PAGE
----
Just before the holidays, Leonard Mawora found himself in a horrible situation. He couldn’t eat or sleep. All he could do was think about his passport, a U.K. visa, and a Canadian student visa.
Mawora, a business student from Zimbabwe, is attending Memorial University in St. John’s, Newfoundland. He was getting ready to travel home before the holidays when he realized they were gone.
After trashing his apartment as he tore through everything, even the garbage, looking for them, he realized what must have happened.
The Returned Duffel Bag
Mawora eventually remembered what he’d done. In preparation for a trip home for the holidays, he purchased two bags to use as luggage from a local Winners.
He had already started packing when he realized he didn’t need both, so he returned one—a black, Guess duffel bag. The problem? He had tucked his most important papers into that bag before returning it. And a trip back to Winners led to more bad news for the 26-year-old. The bag had been sold again.
Mawora Issues a Public Plea
There wasn’t much or even anything Winners could or would do to help. In an email exchange with the CBC (Canadian Broadcasting Corporation), they said they felt terrible about the situation.
“We fervently hope that a good Samaritan will find and return the documentation.”
However, there was nothing they could/would do to track the item.
That meant that Mawora had to step up his own attempts to find out where the bag ended up. To that end, he spent days on the phone hoping to connect with anyone he thought might be able to assist. He went public, asking for help.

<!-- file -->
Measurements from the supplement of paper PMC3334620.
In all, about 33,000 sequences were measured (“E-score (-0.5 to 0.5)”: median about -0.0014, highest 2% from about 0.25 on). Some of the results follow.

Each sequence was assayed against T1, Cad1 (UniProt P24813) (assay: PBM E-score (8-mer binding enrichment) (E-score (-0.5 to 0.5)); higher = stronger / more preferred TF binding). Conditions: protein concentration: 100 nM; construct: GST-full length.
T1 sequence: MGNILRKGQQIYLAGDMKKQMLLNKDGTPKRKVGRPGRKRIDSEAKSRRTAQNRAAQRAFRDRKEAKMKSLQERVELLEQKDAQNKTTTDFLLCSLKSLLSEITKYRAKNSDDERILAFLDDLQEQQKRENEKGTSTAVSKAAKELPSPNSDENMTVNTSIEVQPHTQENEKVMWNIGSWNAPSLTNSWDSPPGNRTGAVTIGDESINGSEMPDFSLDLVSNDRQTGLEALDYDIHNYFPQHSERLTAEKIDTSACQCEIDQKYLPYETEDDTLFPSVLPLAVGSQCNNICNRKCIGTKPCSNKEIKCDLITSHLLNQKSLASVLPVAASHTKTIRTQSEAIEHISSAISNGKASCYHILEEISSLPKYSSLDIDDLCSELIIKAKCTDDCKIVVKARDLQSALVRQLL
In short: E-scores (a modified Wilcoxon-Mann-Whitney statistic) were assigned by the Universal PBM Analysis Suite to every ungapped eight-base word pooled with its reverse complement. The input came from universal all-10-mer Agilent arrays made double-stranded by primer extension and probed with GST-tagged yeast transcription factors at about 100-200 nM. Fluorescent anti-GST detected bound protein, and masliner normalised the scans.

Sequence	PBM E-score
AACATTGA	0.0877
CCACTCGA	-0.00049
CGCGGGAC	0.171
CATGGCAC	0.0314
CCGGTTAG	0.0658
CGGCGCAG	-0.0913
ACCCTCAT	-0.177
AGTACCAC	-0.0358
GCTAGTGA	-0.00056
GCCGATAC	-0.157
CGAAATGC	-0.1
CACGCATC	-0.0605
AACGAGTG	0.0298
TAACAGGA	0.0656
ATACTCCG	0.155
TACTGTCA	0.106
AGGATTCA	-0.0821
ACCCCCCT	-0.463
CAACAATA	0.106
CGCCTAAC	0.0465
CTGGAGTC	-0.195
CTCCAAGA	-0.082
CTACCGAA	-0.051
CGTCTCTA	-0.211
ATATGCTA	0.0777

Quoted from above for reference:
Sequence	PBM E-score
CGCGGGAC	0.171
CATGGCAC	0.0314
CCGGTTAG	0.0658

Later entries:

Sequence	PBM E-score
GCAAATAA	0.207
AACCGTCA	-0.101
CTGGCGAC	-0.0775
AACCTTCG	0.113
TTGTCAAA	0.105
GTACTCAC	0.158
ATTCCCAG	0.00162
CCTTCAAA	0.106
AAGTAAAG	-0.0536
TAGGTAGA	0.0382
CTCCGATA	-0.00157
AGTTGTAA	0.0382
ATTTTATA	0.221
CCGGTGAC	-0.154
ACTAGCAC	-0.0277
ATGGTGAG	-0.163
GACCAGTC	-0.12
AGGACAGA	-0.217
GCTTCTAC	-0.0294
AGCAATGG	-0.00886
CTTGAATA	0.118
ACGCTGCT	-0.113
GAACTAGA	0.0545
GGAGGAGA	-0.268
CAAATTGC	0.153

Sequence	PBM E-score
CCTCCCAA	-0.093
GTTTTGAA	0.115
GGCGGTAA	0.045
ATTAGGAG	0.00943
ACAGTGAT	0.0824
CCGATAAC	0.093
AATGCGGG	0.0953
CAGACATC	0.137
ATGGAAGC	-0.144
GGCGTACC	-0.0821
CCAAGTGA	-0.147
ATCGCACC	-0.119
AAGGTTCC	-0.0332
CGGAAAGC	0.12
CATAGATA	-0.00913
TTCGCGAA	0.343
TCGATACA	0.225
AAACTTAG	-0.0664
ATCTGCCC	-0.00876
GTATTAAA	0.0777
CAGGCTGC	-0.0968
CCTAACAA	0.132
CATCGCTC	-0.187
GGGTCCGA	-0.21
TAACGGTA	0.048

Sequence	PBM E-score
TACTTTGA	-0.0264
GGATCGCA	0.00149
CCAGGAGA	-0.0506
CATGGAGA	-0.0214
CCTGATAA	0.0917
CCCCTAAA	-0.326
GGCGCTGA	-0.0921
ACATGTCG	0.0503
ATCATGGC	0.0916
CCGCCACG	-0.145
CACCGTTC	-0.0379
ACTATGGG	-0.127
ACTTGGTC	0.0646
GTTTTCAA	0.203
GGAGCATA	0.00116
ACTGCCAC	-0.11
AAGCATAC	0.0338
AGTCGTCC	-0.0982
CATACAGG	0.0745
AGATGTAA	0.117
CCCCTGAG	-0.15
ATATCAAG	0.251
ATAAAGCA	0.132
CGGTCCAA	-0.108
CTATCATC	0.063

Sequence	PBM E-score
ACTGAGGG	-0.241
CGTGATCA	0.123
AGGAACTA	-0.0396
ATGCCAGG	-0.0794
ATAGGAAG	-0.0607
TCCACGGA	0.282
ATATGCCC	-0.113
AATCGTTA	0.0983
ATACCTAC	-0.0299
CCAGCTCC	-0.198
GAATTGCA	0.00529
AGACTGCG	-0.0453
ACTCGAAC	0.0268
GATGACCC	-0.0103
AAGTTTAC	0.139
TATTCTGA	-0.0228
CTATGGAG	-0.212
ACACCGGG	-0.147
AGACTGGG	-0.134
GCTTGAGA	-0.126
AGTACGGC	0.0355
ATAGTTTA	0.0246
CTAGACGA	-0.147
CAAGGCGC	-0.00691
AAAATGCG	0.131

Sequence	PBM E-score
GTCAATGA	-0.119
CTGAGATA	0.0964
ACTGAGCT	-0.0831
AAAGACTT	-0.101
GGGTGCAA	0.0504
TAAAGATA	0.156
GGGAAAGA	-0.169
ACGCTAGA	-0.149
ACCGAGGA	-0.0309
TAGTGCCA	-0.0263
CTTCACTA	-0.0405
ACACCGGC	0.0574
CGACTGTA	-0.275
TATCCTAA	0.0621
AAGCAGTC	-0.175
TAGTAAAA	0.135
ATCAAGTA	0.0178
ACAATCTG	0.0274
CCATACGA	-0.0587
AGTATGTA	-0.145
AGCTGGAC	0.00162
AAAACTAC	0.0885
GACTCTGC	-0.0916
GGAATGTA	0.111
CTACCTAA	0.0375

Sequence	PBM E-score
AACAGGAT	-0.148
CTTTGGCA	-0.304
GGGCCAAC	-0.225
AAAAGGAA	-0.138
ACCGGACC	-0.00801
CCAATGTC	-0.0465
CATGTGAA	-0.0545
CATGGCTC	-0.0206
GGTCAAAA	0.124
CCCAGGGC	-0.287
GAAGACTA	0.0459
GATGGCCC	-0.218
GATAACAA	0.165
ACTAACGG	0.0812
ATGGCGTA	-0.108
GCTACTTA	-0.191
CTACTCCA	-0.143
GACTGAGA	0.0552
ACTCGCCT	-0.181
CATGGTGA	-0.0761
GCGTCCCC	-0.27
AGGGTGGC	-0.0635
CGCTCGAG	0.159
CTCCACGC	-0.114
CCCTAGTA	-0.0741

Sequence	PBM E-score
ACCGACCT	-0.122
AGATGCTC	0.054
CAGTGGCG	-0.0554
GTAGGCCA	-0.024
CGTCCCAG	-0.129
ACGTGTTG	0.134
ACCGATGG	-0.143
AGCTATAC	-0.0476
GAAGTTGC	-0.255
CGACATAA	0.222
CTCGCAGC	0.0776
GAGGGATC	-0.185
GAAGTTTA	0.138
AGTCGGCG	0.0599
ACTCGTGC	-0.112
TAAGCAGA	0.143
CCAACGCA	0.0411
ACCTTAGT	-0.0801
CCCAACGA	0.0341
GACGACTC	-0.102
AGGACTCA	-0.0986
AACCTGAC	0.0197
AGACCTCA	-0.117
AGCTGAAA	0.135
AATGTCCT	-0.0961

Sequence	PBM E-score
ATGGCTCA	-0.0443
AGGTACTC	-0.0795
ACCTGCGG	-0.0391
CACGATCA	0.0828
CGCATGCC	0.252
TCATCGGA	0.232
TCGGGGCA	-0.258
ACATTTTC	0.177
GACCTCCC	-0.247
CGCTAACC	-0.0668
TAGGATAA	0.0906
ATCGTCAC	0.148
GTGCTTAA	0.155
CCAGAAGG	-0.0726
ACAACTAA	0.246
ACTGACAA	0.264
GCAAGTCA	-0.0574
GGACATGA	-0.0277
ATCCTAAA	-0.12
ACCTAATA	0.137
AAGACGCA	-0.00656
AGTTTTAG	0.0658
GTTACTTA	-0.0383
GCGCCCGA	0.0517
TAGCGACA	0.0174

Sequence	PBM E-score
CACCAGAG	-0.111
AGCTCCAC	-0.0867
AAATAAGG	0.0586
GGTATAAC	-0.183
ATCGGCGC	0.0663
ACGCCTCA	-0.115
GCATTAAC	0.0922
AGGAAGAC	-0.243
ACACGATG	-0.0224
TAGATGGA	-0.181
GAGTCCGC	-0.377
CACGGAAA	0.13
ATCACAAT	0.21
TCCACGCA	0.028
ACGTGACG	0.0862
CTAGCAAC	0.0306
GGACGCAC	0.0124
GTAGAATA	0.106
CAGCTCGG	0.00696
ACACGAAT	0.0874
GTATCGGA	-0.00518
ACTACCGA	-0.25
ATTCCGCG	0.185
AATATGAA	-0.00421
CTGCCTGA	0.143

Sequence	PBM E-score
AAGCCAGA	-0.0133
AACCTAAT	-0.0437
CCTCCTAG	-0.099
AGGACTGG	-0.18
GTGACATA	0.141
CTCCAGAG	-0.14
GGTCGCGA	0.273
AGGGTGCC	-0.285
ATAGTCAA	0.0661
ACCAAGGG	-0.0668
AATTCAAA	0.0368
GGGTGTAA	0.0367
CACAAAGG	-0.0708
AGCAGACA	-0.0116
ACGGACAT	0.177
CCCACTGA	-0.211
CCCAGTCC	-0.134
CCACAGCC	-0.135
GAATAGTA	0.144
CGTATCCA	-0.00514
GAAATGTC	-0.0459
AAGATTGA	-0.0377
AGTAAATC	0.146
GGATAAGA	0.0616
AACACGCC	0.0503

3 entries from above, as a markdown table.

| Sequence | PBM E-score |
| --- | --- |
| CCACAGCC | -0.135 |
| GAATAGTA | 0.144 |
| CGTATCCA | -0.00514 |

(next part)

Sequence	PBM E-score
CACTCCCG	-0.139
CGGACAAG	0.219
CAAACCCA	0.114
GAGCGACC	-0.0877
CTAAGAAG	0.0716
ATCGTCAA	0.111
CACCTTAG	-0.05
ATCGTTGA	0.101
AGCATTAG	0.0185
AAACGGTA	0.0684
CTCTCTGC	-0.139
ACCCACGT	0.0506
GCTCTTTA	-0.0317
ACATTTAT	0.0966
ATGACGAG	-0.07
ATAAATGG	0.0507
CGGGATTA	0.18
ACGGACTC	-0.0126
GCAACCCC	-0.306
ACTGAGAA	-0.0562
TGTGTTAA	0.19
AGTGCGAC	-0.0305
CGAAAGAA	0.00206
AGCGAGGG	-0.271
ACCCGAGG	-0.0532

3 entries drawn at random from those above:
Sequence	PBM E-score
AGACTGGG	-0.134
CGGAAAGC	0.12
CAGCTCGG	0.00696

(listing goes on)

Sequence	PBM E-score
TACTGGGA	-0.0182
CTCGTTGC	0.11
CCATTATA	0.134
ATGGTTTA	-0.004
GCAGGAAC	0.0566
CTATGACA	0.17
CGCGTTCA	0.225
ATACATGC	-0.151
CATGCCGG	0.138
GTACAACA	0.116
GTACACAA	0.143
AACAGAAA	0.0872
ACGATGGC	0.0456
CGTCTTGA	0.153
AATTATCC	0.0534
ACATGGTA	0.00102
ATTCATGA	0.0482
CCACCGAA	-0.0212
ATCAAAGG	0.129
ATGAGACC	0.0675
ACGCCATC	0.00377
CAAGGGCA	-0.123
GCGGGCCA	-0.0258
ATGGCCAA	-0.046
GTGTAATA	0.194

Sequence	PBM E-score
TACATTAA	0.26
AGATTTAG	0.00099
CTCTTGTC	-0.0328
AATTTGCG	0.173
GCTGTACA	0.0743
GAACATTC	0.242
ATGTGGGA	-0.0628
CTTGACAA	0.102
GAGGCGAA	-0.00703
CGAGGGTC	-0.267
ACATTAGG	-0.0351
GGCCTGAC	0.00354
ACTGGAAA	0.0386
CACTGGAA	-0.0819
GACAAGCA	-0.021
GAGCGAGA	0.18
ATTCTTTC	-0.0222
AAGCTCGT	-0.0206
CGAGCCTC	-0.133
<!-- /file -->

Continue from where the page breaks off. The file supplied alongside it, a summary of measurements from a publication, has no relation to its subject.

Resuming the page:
“If people could just check their bags, maybe my passport is in there somewhere. Right now, I’m stuck.”
To add to his troubled feelings, his journey back to Zimbabwe wasn’t just about having a merry holiday with his family. His younger brother had died, and he was going home to mourn with his family.
“It’s been really hard because the world can be a lonely place,” he said. “Since I lost my passport, I cannot even do anything.”
A Plea is Answered
On December 22, his plea was answered. April Day of St. John’s was wrapping up a Guess bag she had bought as a gift a week earlier when she opened the bag and found Mawora’s documents.
“Omg, I started to cry and was shaking trying to find Leonard’s number to tell him the good news! A CHRISTMAS MIRACLE!” Day, exclaims.
As for Mawora, he had finally accepted the inevitable. He wasn’t going home. He had been in contact with the Zimbabwe Embassy in Ottawa, and while they had assured him they could provide him with emergency travel documents to get home, he would not be able to get back into Canada without his student visa. Getting the new documents issued in his home country would be costly and could take years.
So he had bought himself some groceries, resigned to the fact he wasn’t going to see his family. He’d just got home from that errand when he got the news.
“As soon as I sit down, then I got a call from her, saying, like, ‘I have your passport,'” he said in a statement to CBC News. “I just couldn’t believe it at first. It took me some time.… At least now I can go see my family. I’m so happy.”
The good news didn’t stop there. Instead of having a lonely Christmas dinner he was invited to share the meal with the Day family, and they offered to pay for his flight home.
According to Day,
“I’m just very happy and glad that I can actually help Leonard to go home to his family.”
As for Mawora, he is deeply touched by the support he received from across Canada.
“You have people from Winnipeg, people who don’t even know you. Like, they were calling to support me, even when I thought of giving up,” he said. “They’re telling me, ‘Just keep on fighting, things will look up.'”
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Source: CBC Nfld. & Labrador